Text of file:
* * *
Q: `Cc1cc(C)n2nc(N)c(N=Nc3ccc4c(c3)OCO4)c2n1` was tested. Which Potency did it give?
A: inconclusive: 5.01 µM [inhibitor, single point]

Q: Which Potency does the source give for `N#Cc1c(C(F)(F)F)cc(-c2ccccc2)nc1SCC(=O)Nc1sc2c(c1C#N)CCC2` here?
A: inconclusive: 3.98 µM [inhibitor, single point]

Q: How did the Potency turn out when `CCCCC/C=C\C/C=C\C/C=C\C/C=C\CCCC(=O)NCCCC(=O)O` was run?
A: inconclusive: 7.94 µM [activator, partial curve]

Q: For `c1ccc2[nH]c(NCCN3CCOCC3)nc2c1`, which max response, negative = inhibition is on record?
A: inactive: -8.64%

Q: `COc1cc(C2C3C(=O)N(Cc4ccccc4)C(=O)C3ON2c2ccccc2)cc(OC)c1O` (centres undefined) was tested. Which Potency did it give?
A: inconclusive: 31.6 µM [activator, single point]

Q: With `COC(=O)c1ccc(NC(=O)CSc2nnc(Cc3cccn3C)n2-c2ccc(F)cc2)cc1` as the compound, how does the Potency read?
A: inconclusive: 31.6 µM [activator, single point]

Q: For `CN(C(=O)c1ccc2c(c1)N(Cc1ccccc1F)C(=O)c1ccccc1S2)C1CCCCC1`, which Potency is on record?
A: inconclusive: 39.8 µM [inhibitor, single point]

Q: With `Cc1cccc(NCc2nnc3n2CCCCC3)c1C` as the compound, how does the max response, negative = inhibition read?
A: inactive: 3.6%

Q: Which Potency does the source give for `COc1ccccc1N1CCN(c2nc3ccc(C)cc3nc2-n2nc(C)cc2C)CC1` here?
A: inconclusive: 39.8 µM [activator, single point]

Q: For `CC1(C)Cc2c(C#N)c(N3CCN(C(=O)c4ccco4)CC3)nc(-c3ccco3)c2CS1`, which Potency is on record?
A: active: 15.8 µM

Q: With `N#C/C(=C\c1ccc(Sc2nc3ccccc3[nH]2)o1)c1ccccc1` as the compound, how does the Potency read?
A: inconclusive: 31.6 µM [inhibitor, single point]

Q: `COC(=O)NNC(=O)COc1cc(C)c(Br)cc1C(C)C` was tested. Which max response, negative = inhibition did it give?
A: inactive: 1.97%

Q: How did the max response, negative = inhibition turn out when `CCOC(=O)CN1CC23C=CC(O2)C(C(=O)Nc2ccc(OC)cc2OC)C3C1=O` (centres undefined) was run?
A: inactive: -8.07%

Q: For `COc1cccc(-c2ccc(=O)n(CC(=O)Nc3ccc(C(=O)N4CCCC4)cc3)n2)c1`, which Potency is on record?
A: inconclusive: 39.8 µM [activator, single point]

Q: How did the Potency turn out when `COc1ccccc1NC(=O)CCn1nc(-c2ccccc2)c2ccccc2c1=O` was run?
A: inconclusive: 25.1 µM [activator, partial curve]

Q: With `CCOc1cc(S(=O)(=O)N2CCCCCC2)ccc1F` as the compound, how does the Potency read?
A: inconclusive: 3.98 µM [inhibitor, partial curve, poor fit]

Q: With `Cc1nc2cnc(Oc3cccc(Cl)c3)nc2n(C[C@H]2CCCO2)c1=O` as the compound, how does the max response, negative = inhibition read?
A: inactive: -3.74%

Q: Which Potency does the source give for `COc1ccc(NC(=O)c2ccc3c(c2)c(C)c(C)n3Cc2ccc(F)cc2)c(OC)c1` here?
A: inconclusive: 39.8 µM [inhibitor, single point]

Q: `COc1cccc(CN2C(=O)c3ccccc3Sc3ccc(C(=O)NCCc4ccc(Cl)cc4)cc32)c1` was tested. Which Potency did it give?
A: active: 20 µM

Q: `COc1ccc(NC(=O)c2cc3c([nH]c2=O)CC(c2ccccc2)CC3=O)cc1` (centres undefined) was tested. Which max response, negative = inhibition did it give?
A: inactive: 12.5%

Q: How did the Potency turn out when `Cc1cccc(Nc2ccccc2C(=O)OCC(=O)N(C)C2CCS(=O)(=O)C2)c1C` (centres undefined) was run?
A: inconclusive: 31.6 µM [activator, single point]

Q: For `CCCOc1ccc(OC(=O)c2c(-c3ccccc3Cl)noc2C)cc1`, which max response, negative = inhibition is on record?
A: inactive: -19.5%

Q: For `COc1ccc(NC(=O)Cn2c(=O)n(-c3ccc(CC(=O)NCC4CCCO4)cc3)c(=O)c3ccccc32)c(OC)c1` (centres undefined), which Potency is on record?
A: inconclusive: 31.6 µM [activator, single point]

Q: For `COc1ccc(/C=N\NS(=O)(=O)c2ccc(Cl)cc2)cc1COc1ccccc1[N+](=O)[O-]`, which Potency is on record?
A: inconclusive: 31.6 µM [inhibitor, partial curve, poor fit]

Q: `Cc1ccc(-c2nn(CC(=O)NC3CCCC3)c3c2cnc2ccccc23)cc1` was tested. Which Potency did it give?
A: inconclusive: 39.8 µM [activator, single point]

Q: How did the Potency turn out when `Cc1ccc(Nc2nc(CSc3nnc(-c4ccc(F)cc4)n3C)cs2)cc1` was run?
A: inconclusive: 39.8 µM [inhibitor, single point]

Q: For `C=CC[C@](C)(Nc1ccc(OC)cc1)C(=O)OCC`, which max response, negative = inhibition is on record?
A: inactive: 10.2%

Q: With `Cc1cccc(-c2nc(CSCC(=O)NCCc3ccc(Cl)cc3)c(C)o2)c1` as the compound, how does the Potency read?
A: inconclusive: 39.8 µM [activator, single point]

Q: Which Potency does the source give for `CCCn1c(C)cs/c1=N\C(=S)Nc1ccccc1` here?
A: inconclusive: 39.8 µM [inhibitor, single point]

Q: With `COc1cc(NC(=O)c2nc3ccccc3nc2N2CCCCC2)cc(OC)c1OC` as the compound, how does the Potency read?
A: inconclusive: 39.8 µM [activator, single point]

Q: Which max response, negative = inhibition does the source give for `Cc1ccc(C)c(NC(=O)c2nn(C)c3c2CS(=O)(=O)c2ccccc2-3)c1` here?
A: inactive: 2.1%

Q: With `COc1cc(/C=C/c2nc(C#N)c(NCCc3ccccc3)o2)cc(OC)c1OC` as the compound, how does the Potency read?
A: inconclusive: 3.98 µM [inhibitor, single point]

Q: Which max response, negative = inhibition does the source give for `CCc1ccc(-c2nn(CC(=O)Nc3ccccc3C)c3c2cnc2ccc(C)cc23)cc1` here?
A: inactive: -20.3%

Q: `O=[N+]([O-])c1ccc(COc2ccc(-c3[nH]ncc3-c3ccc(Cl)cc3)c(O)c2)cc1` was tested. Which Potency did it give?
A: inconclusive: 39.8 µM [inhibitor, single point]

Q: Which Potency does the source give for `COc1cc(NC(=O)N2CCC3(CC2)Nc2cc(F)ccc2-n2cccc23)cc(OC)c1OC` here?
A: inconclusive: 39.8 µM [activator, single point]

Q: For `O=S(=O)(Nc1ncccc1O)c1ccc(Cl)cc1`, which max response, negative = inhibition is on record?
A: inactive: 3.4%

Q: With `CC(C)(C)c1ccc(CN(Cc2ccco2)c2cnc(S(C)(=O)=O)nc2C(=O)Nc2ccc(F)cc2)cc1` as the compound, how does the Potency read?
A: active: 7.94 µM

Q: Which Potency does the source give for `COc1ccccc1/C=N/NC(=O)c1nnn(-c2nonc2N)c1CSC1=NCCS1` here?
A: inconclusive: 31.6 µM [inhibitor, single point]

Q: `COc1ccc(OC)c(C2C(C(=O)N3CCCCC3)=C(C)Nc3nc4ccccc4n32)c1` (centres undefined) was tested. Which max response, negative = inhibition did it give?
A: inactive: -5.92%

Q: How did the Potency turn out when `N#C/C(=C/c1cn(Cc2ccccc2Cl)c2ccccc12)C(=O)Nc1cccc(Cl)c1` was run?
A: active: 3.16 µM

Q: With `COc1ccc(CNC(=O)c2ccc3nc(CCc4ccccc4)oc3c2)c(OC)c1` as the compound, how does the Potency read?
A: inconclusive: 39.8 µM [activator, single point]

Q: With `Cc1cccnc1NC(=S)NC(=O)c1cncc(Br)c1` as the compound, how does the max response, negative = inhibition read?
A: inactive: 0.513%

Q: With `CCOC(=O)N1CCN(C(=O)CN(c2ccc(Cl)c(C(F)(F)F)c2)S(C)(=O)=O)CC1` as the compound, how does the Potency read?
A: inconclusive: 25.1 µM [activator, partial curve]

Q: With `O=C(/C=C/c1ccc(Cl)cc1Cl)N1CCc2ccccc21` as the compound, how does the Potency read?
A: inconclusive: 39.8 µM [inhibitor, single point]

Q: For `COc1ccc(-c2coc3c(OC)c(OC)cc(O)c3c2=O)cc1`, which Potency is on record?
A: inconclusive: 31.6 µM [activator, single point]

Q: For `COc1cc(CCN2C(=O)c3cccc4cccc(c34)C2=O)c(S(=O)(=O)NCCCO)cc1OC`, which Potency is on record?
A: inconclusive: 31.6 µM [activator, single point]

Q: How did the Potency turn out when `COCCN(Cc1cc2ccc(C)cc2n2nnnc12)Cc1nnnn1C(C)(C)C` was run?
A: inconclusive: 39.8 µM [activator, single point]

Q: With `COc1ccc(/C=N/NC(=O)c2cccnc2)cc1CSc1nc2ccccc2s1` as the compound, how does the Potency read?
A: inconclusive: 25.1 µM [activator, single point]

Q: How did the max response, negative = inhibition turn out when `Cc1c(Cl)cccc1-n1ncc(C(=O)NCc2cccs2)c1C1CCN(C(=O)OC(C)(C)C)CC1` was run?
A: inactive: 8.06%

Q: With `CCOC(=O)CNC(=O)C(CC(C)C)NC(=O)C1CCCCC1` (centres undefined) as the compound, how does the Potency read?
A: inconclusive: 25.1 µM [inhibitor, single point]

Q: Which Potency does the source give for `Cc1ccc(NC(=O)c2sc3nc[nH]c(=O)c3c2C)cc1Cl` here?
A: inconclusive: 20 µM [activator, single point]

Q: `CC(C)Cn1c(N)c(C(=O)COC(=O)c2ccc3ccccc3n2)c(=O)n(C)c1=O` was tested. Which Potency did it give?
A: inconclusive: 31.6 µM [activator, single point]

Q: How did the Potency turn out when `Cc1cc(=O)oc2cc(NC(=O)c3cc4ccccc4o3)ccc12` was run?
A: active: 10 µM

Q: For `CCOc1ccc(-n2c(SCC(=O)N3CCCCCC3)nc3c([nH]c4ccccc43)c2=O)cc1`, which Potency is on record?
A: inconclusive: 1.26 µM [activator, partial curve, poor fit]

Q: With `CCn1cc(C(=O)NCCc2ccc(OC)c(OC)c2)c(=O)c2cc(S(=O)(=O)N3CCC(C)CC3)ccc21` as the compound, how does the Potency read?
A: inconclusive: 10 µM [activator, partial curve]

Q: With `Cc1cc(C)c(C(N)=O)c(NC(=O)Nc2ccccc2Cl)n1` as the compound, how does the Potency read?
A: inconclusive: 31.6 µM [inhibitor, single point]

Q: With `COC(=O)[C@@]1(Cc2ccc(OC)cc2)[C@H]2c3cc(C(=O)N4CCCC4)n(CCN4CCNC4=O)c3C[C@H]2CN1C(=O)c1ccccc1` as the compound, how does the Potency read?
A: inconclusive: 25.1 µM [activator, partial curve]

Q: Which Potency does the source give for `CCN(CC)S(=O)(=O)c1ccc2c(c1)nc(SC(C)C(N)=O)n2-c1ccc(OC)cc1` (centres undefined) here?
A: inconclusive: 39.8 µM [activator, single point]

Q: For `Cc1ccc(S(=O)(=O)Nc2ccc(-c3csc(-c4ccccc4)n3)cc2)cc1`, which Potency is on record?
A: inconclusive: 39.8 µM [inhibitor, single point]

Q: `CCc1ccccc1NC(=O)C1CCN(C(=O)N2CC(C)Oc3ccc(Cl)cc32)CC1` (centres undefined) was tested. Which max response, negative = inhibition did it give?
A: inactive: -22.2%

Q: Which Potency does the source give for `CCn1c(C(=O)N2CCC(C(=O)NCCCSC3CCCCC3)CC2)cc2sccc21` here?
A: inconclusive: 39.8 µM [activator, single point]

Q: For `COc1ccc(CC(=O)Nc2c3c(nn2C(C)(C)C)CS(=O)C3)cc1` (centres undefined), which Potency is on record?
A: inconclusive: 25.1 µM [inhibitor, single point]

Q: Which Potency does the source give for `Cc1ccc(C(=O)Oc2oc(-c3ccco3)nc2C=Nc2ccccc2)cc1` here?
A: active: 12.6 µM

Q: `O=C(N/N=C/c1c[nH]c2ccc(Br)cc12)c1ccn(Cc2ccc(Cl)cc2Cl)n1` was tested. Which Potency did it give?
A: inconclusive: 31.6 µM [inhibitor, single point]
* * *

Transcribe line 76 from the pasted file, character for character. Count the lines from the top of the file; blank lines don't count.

A: inconclusive: 31.6 µM [inhibitor, single point]